Based on their high openness, INTJs tend to be highly imaginative, curious, have diverse intellectual and artistic interests, and are more likely to have unconventional habits, ideas, or beliefs.
INTJs are higher on Conscientiousness
INTJs tend to score well above average on Conscientiousness.
INTJs are often highly conscientious, and Conscientiousness relates to planning, self-discipline, impulsivity, and tendency to follow socially accepted norms and rules.
INTJs’ high conscientiousness means they tend to be highly organized and systematic. They create detailed plans to achieve long-term goals and reliably stick to them. Their lower impulsivity means they are less easily distracted by new short-term opportunities and stay focused on the big picture. Lastly, INTJs tend to be highly aware of rules and regulations and closely follow them to achieve their goals.
INTJs are lower on Extraversion
INTJs tend to fall lower on Extraversion, or, tend to be somewhat introverted.
Big Five Extraversion describes tendencies around social engagement and positive emotionality. Socially, more introverted INTJs will be comfortable and prefer engaging in solitary activities. They may avoid highly stimulating situations and need occasional downtime.
Emotionally, the greater introversion of INTJs means they may also experience common positive emotions (e.g., joy, excitement, and enthusiasm) less often than most people, and when they do experience these emotions, they tend to be more subtle. As a result, they may seem emotionally restrained to others.
INTJs are lower on Agreeableness
INTJs tend to be less agreeable, or more demanding, than most.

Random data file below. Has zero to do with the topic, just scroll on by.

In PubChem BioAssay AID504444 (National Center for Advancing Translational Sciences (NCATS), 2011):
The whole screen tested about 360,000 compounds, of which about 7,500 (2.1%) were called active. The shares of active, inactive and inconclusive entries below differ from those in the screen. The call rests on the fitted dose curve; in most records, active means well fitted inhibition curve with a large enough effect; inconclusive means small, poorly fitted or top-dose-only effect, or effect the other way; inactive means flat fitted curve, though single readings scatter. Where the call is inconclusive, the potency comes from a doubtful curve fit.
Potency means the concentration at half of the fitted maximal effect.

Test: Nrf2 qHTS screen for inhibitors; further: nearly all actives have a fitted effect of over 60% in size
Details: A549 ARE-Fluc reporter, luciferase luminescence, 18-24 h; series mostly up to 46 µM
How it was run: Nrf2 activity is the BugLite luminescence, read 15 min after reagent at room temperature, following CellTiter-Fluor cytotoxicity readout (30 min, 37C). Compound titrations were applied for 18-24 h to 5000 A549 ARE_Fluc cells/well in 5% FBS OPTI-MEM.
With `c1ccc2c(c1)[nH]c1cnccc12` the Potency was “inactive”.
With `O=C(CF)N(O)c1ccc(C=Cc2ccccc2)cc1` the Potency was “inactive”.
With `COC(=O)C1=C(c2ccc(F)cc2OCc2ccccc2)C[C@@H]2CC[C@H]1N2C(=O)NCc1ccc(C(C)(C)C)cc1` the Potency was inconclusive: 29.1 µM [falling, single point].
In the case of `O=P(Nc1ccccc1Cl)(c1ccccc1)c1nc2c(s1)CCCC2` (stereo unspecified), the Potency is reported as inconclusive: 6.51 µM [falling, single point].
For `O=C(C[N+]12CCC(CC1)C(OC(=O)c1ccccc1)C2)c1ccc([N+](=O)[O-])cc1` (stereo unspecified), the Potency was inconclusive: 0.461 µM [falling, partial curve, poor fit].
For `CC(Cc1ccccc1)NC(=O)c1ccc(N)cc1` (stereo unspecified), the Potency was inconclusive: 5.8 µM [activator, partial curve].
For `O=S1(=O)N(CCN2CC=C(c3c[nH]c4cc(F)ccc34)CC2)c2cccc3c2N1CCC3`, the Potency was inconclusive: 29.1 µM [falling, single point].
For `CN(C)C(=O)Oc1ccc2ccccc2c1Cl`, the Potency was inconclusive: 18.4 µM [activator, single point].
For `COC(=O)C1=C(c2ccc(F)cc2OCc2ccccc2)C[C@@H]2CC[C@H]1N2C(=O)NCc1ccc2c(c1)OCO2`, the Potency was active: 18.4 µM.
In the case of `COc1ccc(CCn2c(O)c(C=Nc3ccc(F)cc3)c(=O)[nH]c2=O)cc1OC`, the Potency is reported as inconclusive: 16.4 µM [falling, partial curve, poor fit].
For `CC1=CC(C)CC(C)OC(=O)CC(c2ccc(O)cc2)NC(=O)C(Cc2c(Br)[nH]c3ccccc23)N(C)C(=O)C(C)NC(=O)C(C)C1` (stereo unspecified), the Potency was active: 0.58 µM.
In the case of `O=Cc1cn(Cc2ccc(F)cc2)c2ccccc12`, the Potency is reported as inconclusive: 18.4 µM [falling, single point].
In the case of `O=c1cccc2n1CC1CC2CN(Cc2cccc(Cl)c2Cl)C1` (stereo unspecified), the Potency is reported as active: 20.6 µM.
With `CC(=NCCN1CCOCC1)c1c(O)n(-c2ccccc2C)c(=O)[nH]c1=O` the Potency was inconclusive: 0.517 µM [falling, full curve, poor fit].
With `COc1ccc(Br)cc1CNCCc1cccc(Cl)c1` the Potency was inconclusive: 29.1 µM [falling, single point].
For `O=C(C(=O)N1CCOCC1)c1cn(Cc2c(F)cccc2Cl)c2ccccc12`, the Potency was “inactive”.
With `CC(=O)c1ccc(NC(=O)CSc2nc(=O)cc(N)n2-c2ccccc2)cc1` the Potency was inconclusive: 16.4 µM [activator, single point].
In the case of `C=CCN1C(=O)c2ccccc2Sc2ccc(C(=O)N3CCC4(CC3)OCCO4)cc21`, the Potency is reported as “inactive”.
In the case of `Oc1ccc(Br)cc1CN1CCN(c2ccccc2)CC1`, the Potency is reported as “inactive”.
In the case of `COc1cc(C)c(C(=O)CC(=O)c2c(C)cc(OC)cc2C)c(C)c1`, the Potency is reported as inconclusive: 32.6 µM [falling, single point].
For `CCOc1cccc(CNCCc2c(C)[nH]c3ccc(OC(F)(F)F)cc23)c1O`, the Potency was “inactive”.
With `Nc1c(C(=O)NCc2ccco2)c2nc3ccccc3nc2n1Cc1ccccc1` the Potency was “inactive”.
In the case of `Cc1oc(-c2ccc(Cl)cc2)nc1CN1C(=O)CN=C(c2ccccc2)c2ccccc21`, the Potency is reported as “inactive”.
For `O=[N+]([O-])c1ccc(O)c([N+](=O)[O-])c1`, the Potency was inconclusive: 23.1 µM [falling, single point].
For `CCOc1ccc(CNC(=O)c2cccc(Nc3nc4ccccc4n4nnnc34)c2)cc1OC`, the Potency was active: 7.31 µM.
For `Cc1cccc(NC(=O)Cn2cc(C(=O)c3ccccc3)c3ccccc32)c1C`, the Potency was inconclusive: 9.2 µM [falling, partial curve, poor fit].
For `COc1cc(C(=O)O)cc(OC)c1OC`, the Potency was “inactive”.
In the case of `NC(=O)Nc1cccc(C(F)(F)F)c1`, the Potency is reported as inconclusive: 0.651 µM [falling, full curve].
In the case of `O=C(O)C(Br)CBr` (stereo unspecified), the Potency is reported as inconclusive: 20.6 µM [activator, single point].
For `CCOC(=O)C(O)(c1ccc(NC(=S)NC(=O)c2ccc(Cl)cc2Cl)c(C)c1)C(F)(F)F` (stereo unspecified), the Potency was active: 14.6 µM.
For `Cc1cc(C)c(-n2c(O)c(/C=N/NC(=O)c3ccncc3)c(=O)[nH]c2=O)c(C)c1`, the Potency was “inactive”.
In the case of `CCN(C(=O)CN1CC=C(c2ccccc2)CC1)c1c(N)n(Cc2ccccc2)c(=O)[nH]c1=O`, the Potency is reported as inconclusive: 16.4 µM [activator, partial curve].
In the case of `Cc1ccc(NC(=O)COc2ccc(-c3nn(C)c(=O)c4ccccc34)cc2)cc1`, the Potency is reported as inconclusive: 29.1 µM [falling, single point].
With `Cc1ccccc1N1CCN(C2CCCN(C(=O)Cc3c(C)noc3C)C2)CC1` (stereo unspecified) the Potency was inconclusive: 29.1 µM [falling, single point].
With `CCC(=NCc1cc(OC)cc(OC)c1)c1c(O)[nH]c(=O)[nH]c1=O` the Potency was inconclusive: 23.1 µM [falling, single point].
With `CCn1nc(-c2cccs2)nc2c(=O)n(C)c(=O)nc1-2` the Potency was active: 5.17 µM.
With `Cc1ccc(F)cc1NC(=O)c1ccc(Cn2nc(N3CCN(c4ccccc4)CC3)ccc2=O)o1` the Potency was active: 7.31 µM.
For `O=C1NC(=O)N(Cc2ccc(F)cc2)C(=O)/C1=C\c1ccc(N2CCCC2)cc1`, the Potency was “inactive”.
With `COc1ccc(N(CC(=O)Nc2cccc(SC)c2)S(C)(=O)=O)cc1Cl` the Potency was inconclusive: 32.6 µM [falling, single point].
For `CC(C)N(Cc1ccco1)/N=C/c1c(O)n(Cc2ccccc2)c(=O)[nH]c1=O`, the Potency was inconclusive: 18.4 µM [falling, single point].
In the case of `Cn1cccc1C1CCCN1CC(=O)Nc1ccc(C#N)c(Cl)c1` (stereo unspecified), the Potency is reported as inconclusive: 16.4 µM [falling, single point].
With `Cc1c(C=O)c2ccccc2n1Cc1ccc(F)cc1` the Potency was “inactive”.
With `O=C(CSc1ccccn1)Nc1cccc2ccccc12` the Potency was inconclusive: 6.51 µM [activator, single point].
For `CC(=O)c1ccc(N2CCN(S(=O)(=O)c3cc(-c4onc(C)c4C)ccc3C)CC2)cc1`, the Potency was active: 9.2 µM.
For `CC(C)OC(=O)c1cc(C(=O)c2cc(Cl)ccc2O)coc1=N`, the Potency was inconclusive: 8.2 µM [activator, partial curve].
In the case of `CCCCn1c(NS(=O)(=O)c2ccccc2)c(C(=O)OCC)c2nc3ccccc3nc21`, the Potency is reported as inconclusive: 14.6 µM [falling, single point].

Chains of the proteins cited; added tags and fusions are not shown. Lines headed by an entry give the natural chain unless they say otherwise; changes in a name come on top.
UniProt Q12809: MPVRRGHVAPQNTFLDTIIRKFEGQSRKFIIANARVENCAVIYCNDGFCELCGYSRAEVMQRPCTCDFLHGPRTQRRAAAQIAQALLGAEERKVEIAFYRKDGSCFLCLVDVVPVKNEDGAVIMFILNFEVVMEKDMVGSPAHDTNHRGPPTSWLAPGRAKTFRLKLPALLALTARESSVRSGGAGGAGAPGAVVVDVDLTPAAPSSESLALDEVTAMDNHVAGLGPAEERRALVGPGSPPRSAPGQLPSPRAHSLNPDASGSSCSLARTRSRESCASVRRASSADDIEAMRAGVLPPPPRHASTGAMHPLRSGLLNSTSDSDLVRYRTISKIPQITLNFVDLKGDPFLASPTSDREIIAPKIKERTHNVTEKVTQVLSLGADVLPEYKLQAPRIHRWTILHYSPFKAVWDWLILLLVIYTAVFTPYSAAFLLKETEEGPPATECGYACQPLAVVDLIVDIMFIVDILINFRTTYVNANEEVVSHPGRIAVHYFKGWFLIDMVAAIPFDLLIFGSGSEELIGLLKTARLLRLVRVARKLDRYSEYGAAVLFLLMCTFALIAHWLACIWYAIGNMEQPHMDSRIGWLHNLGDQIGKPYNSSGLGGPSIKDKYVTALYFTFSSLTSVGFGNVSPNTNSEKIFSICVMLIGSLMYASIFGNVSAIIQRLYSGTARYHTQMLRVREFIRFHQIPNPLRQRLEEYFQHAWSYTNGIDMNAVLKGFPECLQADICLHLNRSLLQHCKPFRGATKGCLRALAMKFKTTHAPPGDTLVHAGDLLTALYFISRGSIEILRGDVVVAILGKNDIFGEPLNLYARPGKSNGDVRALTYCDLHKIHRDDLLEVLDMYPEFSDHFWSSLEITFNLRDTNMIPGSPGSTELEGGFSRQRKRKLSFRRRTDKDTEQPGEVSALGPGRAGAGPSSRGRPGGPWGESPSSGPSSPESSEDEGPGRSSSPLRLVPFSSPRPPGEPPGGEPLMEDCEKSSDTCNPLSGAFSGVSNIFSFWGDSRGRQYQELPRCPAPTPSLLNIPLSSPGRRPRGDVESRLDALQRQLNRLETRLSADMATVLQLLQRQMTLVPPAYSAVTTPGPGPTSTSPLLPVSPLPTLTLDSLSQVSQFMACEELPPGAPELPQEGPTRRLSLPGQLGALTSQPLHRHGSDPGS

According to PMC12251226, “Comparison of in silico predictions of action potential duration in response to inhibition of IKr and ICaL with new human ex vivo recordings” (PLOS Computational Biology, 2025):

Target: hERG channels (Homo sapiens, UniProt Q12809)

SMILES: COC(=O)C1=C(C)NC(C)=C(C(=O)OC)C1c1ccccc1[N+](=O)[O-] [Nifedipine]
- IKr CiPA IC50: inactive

Less agreeable (or more demanding) people, like many INTJs, are more comfortable with interpersonal conflicts and disagreement than most. In turn, they may have an easier time pursuing personal goals that can strain positive relations with others. Lower agreeableness may also enable INTJs to more easily give negative feedback and criticism to others.
INTJs vary widely on Neuroticism
INTJs show wide variation in their level of Neuroticism or Emotional Stability.
In other words, some INTJs fall on the very low end of Neuroticism, some fall on the very high end, and most fall somewhere in between. Knowing that someone is an INTJ tells you nothing about their relative level of Neuroticism.
This is not specific to INTJs, either. One of the biggest weaknesses of using the 16 personality types is that they completely miss a critical dimension of personality.
Neuroticism is describes your emotional variability and tendency to experience negative emotions, like anxiety, anger, distress, and negative forms of self-consciousness.
Highly neurotic people have more frequent mood swings, have greater tendency to worry, are more easily irritated and susceptible to anxious or depressed moods. Less neurotic (or more emotionally stable) people worry less and are less reactive to stress, experience less depression and anxiety, and are generally more easy-going.
Neuroticism plays a central role in an individual’s emotional tendencies. You can easily learn where you fall on Neuroticism compared to others with TraitLab’s free personality test.
Rarity of INTJs
Only about %1 of people are classified as INTJ, making it one of the rarest types in the 16 personalities framework. What makes the INTJ so rare?